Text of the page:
WhOAh, My Peeps, You Did it!

YOU are unbelievable!

In less than 24 hours, over 250 of you stopped what you were doing, read my “Help” email, then jumped right in and voted for smARTist!

For those who don’t know what the heck I’m talking about, it’s the Chase Small Business grant contest.

I only stumbled across this a couple of days before the deadline (tomorrow!) and the two basic requirements were 1) filling out the application, and 2) having your community vote for you.

Honestly, I didn’t have a moment during the day to do a darn thing about it. The application had penetrating questions I knew would take me a while to nail, so a huge part of me just let the opportunity go.

Only, another part of me (goodness, how many are there anyway ;-)…

took the bull by the horn (bull? what bull? did anyone see a bull??) and decided, at midnight Wednesday, to answer the first question and see how it went.

It went until 6 am – sunrise!!

Now, before you go all gaga on me, remember that I’m the inveterate night owl. I’ve done this before – granted, not on a weekly basis – but I have watched the sun come up after pulling an all nighter more than once.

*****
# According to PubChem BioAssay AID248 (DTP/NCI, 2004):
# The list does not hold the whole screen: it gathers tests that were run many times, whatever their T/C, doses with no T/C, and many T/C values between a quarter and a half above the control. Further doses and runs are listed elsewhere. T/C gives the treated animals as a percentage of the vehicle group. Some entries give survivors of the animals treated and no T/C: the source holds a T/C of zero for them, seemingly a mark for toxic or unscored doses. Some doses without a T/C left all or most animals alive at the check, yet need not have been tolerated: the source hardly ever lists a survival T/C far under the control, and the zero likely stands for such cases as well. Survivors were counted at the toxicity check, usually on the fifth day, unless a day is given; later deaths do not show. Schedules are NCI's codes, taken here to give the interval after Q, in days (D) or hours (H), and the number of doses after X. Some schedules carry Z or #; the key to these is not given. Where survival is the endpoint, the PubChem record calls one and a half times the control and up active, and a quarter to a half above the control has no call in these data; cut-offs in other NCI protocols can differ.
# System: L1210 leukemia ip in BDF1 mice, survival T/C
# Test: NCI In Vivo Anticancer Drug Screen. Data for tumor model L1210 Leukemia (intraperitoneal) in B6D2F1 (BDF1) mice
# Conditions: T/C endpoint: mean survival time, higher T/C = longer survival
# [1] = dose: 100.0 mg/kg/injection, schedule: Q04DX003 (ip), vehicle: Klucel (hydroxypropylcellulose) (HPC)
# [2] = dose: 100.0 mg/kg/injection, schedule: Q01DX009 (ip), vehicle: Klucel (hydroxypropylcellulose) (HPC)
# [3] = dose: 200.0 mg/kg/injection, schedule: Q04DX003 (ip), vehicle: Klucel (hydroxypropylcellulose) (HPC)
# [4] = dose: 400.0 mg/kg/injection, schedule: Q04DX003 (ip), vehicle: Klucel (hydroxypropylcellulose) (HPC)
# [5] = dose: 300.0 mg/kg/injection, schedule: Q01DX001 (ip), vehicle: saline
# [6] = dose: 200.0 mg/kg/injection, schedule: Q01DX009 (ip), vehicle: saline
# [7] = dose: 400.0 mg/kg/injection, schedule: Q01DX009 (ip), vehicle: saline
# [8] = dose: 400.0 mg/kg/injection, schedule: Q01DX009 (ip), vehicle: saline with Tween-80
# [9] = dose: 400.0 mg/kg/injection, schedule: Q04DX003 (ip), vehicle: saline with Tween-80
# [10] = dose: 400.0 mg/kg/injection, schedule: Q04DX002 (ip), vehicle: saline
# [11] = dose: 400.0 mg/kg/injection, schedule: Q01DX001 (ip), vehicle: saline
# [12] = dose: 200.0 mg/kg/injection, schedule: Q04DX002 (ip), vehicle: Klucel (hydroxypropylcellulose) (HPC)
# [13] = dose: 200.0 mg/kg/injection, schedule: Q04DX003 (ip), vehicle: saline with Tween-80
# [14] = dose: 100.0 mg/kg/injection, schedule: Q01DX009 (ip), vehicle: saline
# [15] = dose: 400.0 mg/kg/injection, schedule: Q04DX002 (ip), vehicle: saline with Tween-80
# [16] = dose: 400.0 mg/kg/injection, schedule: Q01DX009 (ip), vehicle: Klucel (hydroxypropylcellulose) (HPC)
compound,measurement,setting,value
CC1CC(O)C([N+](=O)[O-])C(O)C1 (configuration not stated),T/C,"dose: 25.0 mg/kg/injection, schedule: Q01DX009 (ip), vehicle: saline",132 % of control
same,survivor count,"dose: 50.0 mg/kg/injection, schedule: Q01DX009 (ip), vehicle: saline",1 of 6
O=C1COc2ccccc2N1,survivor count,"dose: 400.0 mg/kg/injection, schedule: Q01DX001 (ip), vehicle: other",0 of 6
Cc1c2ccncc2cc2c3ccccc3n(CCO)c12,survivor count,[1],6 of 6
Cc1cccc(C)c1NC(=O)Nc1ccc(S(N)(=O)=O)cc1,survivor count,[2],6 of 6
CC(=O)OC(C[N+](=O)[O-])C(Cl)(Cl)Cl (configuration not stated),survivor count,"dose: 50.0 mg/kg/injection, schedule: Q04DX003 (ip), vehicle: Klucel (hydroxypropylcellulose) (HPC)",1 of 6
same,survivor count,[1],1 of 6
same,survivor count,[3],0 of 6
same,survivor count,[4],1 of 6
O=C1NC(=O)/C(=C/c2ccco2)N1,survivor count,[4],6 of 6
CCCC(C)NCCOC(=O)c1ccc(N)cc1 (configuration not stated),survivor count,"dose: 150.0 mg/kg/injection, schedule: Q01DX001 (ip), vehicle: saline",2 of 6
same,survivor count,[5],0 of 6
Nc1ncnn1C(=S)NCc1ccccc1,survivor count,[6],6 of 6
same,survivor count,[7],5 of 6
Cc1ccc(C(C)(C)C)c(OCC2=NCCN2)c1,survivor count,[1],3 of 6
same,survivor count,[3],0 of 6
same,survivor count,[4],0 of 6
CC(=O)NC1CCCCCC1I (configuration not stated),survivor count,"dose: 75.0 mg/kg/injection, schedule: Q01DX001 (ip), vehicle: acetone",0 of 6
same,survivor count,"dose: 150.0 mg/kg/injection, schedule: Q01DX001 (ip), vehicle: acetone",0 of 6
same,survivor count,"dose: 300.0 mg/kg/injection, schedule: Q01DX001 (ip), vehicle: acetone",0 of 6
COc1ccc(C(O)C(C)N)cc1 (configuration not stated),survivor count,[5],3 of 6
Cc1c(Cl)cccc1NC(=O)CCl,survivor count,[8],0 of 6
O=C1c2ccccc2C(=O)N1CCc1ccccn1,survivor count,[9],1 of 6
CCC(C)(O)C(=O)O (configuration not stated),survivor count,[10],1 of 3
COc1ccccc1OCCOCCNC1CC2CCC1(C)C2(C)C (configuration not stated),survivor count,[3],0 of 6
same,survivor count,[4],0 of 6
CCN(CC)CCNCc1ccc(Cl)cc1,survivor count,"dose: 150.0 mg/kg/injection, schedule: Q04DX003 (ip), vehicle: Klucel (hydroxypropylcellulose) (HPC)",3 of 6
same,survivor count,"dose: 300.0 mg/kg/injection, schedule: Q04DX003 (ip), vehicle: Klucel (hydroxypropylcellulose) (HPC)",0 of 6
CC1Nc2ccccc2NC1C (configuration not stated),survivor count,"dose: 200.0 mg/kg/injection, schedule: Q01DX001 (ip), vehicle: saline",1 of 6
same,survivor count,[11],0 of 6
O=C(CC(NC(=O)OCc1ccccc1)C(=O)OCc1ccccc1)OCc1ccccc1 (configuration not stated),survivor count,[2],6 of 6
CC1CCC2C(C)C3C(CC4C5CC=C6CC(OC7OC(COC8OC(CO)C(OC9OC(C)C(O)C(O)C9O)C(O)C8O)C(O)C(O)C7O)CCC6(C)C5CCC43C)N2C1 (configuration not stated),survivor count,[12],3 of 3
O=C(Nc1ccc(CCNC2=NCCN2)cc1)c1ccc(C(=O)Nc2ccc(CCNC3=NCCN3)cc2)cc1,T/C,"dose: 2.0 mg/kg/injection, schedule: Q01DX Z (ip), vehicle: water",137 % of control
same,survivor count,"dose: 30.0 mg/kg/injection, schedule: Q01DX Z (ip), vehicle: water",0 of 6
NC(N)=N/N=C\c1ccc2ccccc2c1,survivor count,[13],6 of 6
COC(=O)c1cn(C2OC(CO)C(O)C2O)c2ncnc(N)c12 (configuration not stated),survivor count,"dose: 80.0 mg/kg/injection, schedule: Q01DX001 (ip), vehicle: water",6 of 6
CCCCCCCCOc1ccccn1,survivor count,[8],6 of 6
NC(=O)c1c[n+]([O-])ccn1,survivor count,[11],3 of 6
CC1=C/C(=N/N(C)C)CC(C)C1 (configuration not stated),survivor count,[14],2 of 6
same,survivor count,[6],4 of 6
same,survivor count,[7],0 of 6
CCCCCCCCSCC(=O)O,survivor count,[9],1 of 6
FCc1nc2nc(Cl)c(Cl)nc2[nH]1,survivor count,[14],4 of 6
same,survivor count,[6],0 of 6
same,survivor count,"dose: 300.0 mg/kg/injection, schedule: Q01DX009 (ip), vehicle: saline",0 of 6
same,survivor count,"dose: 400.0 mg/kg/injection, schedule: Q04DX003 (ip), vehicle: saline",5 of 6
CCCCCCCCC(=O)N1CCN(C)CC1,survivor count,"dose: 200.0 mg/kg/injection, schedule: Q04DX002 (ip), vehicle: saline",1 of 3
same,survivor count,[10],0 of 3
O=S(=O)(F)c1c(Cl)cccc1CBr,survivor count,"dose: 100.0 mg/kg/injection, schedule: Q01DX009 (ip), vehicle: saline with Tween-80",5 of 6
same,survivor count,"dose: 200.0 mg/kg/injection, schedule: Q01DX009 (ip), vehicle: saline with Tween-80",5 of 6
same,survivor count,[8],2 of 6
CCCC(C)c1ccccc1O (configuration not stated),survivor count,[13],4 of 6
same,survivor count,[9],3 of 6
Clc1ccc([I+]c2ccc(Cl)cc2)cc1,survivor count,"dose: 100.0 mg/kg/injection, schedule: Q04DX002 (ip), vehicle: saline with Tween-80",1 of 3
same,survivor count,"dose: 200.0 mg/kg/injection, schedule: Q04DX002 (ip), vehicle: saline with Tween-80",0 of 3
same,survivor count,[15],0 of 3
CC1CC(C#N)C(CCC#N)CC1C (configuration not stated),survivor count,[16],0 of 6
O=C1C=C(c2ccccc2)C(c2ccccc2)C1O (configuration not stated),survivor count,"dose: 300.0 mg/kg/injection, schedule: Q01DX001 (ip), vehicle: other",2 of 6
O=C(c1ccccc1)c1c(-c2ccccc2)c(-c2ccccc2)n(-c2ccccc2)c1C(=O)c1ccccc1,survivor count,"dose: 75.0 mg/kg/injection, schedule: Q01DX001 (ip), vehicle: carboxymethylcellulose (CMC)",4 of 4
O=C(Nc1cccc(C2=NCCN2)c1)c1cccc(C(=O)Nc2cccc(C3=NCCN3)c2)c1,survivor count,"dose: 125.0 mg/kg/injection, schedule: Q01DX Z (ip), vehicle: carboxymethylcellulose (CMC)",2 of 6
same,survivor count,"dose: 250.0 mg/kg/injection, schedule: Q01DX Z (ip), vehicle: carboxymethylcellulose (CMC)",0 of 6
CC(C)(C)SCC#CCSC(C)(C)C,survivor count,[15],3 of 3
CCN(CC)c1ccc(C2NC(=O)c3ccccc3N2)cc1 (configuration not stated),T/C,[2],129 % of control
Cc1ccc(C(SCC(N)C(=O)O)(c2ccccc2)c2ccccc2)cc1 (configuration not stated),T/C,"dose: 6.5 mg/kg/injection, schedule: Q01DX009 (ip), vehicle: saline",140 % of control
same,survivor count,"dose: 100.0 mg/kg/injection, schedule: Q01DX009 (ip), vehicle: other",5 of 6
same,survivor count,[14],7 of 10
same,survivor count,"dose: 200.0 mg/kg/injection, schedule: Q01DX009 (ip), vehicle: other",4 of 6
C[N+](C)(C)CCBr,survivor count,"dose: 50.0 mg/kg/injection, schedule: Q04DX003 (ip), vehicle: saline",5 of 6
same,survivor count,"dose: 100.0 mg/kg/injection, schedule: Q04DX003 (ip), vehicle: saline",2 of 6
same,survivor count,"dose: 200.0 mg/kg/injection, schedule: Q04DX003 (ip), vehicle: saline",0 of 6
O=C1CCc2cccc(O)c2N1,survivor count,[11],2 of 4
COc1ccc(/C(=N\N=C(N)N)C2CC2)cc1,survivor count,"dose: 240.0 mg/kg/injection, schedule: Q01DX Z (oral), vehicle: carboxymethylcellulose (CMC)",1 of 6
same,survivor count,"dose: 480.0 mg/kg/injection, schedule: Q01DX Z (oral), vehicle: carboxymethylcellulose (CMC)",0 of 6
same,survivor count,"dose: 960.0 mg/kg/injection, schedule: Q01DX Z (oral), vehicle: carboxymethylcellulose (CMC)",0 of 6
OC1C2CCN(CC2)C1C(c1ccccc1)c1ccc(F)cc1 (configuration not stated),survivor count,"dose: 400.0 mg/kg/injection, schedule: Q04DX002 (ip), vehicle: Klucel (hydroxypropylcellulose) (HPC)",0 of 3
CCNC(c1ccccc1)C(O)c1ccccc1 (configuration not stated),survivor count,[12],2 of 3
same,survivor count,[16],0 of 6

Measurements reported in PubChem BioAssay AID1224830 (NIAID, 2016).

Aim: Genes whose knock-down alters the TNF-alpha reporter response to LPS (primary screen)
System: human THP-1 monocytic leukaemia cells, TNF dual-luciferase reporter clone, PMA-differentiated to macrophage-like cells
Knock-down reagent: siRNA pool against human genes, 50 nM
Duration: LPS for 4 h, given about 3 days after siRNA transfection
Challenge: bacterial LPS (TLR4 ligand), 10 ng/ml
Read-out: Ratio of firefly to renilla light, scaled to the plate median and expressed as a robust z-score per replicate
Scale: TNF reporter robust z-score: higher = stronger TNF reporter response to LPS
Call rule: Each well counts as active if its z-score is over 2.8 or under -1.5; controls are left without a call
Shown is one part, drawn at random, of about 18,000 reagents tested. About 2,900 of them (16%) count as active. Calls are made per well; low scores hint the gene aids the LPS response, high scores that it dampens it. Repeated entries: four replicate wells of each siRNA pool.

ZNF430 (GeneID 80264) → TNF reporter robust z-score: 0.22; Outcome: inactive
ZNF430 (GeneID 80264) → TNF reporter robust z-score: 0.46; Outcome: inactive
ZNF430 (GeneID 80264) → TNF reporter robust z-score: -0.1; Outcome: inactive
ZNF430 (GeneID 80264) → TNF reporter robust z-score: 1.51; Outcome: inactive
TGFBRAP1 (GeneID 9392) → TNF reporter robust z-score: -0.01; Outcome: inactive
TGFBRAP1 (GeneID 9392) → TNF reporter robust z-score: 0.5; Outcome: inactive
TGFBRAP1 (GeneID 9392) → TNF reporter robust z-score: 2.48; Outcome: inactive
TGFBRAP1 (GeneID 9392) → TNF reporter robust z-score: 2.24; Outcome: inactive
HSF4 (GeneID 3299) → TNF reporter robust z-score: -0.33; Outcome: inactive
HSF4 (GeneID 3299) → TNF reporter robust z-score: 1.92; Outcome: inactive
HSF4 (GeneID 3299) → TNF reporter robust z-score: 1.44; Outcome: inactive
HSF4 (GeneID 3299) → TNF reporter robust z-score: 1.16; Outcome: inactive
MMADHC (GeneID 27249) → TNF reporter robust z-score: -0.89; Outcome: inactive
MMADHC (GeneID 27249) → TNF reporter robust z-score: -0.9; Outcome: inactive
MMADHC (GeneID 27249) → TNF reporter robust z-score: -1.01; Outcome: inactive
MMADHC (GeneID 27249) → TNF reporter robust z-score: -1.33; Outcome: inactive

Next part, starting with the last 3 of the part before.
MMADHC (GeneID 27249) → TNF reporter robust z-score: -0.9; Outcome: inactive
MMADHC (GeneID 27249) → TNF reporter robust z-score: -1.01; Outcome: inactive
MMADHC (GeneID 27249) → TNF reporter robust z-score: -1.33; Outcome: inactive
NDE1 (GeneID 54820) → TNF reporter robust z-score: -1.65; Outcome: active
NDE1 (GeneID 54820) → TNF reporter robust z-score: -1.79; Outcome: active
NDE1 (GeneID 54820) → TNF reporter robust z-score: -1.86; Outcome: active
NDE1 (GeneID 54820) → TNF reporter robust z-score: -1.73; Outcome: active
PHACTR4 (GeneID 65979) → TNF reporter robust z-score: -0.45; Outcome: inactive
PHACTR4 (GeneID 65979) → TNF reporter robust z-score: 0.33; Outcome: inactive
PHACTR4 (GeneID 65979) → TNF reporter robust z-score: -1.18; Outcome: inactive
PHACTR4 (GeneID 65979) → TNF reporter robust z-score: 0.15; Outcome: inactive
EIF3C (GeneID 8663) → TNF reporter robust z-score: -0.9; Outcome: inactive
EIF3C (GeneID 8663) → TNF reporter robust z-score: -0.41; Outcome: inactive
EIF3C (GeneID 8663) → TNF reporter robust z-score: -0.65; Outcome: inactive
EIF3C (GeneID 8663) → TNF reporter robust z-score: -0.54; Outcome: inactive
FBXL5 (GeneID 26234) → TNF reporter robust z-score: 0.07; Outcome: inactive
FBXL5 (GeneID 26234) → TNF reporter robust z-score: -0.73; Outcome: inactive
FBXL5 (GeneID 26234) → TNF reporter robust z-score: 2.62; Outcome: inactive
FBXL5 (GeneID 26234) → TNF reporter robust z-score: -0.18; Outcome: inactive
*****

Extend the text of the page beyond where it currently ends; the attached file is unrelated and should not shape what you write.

Then, I had to rally my unbelievably loyal team and have them switch gears and pop out the emails to you (and that was with Jordan in one of the fire embattled towns in CO wondering if her home was going to go up in flames… see what I mean by loyalty?).

And, WOWsie! You came through for smARTist in a big way. THANK YOU! THANK YOU! THANK YOU!

Of course, there are thousands of businesses who got through the first two gates, so now it’s up to the panel to decide who gets the grants.

Want to see what I wrote?

I have no idea if I hit the markers the grant panel will be looking for besides the “Energy, enthusiasm, creativity, and passion for your business” criteria.